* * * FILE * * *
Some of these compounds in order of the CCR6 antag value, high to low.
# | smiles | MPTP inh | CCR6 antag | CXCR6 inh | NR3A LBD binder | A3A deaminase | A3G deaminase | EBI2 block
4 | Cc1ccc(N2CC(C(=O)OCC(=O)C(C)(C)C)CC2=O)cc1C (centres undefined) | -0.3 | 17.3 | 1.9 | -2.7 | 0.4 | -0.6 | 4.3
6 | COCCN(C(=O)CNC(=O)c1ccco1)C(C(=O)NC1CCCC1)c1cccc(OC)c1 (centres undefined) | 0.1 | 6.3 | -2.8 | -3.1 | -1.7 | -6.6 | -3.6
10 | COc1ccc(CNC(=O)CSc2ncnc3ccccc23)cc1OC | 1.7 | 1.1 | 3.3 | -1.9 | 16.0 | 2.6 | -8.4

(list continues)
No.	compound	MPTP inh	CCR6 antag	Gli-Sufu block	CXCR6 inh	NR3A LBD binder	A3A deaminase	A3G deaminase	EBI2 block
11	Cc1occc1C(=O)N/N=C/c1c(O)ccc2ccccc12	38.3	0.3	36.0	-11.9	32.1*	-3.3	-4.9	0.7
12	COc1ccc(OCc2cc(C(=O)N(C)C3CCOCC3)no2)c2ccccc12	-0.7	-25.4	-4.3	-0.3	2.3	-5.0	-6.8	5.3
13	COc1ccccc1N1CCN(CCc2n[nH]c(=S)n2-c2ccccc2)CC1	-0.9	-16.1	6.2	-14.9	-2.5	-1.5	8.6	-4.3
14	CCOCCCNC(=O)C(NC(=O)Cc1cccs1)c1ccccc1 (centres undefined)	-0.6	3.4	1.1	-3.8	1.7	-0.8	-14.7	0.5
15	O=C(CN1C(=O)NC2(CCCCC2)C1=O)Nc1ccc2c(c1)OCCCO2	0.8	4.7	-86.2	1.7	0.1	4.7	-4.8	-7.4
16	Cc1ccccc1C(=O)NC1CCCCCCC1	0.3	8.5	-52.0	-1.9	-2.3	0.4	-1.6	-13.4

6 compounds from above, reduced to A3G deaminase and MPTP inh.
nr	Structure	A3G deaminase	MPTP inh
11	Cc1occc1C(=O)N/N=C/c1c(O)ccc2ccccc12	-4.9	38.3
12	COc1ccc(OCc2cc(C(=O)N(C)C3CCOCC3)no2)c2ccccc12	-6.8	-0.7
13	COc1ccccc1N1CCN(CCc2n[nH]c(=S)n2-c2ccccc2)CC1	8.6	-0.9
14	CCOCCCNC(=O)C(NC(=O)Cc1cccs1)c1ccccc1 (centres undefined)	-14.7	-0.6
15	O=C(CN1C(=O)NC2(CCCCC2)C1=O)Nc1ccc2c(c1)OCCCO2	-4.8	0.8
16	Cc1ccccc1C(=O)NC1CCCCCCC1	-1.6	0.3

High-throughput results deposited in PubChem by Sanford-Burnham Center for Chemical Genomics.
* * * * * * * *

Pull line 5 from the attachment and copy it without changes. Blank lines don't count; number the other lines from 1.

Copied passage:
10 | COc1ccc(CNC(=O)CSc2ncnc3ccccc23)cc1OC | 1.7 | 1.1 | 3.3 | -1.9 | 16.0 | 2.6 | -8.4